Q: The issue of employee cellphones is driving me crazy. I manage a small medical clinic with 15 staff members who interact with patients all day. Initially, I trusted them to use good judgment about personal calls, but that didn't work. Next, I asked them not to carry cellphones unless they were expecting an important call. Suddenly, every call became "important." Because these constant interruptions are unacceptable in a medical facility, I recently announced that cellphones must be kept in employees' lockers except during breaks and lunch. Now I'm getting so many complaints that I'm tempted to ban the phones altogether.
A: Actually, phone calls are probably just the tip of this iceberg. Since most people now have smartphones, employees are undoubtedly being distracted by texts, instant messages and various social networking sites as well. While this multitasking may pose no problem in some work settings, in others it can be dangerous or even deadly. For that reason, cellphone policies should be tailored to the needs of each specific workplace. In your case, requiring medical staffers to stash their phones during office hours is a perfectly sensible requirement. However, banning them from the building would not be reasonable, since that would cut people off from their families.
In case of emergency, you do need to ensure that these phone-deprived folks can be easily reached, so provide a clinic number that will always be answered by an actual person. No frightened child or distraught parent should ever have to deal with a lengthy phone menu ending in a voice-mail message.
Job applicants faced questioning by staff
Q: After our manager screened several applicants for a vacant position, she had the staff talk with the two finalists to see if they "matched the personality of the office." While interviewing these women, my co-workers asked some questions that seemed very inappropriate.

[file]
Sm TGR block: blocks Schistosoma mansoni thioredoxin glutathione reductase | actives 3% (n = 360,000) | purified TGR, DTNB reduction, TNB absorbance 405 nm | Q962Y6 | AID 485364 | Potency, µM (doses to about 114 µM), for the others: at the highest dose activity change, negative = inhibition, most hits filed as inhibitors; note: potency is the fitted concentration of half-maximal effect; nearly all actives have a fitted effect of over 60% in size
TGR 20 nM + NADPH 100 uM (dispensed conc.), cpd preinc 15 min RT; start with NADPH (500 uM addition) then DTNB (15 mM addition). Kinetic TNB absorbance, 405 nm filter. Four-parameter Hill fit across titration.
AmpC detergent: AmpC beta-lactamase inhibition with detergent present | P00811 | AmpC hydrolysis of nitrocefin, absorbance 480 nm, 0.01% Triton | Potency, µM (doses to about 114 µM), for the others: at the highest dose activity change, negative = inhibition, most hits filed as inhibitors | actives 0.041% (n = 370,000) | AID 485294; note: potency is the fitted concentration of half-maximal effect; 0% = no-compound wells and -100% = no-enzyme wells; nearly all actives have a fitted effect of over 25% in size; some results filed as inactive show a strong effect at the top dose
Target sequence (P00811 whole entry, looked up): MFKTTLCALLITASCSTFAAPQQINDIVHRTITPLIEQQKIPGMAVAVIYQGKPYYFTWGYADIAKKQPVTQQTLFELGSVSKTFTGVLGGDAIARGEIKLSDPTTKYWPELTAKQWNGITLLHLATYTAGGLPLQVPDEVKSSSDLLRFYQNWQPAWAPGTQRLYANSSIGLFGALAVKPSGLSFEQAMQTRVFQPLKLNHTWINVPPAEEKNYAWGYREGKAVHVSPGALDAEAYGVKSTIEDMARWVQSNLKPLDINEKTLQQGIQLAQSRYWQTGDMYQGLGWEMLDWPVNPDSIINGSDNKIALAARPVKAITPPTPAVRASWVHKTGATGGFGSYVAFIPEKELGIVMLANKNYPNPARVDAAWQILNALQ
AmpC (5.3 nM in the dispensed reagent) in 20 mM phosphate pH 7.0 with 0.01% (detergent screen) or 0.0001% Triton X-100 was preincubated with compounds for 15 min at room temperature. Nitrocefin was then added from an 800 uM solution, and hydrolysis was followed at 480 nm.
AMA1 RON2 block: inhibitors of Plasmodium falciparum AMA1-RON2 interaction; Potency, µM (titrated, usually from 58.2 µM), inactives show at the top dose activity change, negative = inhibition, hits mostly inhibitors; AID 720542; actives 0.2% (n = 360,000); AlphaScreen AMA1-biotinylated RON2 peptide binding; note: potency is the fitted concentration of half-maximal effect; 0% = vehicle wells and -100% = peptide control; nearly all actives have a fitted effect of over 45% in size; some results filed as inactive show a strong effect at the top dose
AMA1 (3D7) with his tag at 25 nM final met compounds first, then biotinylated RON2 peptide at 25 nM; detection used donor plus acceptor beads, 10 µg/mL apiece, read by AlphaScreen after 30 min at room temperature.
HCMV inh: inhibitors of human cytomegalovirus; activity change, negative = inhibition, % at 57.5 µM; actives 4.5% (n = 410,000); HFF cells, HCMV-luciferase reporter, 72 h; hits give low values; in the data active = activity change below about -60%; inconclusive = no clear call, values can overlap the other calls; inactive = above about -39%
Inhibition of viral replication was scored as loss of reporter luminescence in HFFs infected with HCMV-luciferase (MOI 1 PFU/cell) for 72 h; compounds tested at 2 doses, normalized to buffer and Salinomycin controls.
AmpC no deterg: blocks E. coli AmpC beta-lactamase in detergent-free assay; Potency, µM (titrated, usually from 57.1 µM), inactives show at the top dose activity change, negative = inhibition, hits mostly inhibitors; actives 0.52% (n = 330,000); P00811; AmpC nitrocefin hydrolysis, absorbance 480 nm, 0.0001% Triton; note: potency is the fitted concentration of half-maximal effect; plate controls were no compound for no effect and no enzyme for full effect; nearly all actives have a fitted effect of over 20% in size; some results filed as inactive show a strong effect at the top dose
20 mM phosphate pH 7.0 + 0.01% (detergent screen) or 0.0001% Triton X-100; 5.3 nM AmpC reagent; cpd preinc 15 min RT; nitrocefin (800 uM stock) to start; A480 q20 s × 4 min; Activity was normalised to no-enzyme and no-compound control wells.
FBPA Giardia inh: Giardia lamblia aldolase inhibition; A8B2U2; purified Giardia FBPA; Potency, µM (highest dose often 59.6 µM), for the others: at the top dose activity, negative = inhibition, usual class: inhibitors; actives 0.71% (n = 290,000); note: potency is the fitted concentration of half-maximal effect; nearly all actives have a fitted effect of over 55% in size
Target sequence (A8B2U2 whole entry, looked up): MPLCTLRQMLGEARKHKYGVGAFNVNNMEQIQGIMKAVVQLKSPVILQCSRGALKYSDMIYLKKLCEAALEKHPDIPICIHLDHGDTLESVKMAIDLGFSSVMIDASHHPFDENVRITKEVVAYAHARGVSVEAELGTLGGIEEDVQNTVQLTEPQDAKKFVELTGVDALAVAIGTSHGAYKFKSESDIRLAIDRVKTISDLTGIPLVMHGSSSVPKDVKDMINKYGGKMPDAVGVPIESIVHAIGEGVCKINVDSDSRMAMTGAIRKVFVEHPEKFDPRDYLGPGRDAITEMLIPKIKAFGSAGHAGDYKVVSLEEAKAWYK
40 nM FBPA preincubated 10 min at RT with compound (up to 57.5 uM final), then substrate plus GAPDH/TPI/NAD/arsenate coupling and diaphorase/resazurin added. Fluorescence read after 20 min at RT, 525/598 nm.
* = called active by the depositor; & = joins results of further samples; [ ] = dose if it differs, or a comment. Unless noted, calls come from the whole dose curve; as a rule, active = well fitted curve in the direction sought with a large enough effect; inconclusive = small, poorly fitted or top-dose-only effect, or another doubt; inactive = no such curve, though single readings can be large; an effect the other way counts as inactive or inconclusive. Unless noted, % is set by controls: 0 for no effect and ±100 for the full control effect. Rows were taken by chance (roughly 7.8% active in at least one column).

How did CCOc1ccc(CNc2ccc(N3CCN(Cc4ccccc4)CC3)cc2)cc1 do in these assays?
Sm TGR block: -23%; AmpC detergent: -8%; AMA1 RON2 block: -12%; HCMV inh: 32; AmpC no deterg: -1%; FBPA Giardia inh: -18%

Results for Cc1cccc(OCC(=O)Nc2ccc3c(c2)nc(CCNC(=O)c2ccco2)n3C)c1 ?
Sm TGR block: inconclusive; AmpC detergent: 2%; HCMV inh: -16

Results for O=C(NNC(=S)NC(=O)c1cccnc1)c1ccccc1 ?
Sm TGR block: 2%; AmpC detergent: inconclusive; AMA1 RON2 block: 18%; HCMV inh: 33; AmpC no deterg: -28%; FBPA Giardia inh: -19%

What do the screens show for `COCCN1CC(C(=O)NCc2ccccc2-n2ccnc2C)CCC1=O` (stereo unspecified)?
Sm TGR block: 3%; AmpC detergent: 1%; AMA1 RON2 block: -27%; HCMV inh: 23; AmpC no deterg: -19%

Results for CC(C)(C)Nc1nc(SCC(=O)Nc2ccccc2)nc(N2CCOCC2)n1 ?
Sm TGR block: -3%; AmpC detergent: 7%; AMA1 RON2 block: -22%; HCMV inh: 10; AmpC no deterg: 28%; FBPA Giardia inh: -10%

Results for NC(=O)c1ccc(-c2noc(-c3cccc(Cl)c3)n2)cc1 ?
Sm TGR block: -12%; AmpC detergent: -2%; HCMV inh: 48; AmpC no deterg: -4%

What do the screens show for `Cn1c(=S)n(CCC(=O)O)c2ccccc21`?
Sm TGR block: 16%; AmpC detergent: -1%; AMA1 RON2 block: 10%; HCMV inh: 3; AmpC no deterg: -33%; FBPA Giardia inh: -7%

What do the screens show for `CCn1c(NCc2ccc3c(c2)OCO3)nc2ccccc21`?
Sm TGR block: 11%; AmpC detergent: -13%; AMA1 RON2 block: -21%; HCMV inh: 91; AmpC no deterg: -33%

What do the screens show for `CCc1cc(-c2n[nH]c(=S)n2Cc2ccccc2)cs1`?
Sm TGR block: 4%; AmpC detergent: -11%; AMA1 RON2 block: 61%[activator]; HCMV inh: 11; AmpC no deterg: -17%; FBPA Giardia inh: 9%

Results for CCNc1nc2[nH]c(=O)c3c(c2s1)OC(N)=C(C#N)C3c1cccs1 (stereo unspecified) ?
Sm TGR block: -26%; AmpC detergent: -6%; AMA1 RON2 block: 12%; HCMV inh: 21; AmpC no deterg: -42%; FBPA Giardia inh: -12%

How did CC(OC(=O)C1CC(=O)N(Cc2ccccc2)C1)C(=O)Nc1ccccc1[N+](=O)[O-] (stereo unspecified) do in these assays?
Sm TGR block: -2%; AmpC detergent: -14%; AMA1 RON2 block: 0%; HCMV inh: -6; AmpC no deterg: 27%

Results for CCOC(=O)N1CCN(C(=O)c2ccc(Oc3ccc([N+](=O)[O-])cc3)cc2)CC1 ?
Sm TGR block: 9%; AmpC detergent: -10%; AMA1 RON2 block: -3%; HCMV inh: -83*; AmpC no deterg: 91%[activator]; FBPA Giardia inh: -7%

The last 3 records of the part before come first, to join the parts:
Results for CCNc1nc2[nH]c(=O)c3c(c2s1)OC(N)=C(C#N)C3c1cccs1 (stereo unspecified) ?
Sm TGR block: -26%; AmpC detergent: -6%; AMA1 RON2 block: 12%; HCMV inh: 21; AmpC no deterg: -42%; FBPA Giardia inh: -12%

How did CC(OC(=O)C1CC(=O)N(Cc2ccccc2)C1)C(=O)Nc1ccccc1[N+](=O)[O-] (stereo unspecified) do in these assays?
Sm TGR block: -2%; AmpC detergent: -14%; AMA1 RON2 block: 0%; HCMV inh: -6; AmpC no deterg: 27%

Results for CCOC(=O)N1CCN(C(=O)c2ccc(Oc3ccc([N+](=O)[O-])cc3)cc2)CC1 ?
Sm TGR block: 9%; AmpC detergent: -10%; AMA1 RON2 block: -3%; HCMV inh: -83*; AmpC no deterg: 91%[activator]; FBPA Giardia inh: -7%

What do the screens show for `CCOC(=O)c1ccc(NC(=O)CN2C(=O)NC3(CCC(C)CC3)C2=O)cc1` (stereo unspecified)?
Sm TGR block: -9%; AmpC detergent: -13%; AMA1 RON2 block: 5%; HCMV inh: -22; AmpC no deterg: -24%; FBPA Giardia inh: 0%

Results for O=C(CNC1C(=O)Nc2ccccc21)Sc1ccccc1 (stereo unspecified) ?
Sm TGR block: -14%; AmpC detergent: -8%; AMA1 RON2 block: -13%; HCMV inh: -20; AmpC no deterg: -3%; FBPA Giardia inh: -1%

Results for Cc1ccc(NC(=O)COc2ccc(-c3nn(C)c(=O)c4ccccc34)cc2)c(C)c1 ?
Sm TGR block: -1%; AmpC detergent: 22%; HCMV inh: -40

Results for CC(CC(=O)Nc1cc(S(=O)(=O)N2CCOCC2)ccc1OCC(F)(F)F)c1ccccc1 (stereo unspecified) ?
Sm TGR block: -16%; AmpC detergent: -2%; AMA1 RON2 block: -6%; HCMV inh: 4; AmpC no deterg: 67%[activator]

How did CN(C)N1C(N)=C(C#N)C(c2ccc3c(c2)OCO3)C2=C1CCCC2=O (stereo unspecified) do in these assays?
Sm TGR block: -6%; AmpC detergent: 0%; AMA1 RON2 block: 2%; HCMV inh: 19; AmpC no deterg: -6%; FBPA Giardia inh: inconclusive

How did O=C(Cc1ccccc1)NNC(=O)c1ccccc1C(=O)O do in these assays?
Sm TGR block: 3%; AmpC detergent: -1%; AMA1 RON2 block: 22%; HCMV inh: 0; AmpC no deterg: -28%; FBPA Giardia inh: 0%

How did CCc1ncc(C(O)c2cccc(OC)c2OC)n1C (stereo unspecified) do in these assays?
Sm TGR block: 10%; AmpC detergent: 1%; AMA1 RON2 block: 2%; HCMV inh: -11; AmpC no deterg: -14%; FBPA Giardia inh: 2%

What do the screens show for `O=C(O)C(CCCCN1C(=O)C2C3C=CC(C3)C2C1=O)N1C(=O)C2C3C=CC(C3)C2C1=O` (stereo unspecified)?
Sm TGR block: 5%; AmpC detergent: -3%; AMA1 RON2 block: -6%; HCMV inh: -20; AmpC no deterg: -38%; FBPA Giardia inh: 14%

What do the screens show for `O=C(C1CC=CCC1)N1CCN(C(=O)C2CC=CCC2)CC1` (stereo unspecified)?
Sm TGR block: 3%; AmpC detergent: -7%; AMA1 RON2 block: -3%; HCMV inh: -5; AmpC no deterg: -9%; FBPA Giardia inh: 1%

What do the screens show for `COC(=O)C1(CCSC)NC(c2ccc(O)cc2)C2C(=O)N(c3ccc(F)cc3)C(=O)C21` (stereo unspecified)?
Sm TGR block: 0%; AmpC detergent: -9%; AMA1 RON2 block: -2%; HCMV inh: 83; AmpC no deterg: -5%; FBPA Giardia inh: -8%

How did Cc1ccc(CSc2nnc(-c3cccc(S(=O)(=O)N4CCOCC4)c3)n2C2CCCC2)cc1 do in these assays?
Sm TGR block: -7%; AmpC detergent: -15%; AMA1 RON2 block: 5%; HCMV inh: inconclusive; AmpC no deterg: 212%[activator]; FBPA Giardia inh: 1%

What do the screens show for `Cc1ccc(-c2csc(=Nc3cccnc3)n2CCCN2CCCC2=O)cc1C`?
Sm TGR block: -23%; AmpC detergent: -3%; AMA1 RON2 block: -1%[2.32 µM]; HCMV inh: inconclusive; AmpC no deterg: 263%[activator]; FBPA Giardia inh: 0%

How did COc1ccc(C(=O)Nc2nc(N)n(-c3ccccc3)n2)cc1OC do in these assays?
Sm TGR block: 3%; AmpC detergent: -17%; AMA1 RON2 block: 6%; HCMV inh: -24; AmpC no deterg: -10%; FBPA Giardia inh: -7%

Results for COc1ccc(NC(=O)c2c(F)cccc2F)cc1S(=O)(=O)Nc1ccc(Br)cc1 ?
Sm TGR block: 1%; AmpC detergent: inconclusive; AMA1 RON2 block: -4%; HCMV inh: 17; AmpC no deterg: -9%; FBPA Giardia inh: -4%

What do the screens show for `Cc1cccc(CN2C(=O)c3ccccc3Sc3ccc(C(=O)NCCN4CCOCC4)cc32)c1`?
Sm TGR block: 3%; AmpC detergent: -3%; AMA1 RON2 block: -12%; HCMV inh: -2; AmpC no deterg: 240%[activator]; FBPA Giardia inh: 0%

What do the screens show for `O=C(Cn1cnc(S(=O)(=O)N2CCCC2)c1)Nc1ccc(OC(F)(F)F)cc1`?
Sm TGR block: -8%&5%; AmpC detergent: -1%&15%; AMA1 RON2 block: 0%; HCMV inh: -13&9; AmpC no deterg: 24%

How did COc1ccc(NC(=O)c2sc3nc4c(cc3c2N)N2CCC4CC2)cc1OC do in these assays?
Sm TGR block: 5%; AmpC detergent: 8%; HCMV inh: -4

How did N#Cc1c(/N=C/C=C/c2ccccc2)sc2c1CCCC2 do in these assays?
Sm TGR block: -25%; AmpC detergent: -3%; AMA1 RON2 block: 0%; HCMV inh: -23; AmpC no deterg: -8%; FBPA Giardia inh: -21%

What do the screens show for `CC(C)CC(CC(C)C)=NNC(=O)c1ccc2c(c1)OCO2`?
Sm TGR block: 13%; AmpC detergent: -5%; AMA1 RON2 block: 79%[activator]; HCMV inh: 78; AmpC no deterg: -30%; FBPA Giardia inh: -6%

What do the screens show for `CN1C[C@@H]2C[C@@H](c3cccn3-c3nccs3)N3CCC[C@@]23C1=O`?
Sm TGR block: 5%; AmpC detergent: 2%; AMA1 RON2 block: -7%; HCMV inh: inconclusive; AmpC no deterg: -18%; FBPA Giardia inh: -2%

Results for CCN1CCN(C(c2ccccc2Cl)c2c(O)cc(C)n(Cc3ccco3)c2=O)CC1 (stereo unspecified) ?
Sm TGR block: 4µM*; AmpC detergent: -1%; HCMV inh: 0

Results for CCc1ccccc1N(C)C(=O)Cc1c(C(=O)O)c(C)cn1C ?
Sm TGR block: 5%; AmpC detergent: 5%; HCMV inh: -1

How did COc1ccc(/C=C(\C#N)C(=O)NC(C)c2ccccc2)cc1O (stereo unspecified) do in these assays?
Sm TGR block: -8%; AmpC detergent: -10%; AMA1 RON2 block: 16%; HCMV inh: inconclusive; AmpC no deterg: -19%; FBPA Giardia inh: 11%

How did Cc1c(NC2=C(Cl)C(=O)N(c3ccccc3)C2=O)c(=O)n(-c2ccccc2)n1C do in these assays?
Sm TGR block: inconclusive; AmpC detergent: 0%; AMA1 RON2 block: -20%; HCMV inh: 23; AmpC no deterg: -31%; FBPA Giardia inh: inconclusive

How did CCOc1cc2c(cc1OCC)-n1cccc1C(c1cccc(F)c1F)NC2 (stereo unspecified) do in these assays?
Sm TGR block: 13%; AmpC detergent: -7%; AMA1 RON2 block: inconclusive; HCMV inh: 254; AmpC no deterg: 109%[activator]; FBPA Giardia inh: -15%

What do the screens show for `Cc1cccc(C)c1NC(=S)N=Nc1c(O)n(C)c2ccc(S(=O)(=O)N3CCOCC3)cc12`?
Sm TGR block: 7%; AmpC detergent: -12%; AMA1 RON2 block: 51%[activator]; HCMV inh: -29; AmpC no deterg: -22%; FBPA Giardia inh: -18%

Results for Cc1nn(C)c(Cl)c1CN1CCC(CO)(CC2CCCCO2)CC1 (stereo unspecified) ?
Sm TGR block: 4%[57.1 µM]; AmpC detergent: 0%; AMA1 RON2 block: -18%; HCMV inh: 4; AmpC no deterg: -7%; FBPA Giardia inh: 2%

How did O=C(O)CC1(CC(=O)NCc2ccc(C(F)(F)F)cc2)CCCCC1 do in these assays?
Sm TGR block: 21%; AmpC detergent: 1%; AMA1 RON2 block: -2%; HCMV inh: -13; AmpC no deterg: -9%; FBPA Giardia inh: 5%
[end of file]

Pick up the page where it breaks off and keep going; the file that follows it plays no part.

Here are three examples:
• "Which Disney princess do you identify with and why?"
• "If I had something stuck between my teeth, would you tell me?"
• "If you found out that a co-worker was having sex with a manager, what would you do?"
Not only was I embarrassed by these questions, but I also don't believe they will help to determine whether someone fits into our group. Do you agree?
A: Just when I think I've heard everything, someone tells me a story like this. You are, of course, absolutely correct to be appalled by these tasteless inquiries. The first two questions are just silly, while the third is highly offensive. And none of them has anything to do with the job.
Unfortunately for your department, this ridiculous interview may actually have the unintended consequence of driving desirable applicants away. Many sensible people will want no part of an office where sex between colleagues is a common topic and people use cartoon characters to assess personality.
New boss hard to reach for questions
Q: I was recently hired as the executive assistant to a company president. On my second day, he gave me a project to do, then took off the afternoon to play golf. I had questions about this assignment, so I called his cellphone and sent an email, but got no response.
Two days later, the president left a note instructing me to send some information "to all our managers." Being new, I wasn't sure who should be included on this list, so I tried to reach him. Again, he did not reply.
Now, when I have questions, I'm not sure whether to use my own judgment or continue trying to get in touch with him. I don't want him to think I'm incapable of making decisions, but I've learned over the years that assumptions can be dangerous. How should I handle this?
A: Since executive assistants are typically expected to be mind readers, learning to anticipate the preferences of your new boss is obviously a top priority. So instead of making risky guesses or stalking him on the golf course, try to establish a routine for getting the information you need.
For example: "Since I'm still learning about the company, I wondered if we might touch base every morning to discuss the day's events. That way, I can get answers to my questions up front and avoid interrupting you later on. I've always been a fast learner, so we should only have to do this for a few weeks."
As you settle into your job, the need for these daily chats will lessen and eventually disappear. Once you are more familiar with the company culture and your boss' habits, you should be able to accurately predict which decisions you can safely make on your own.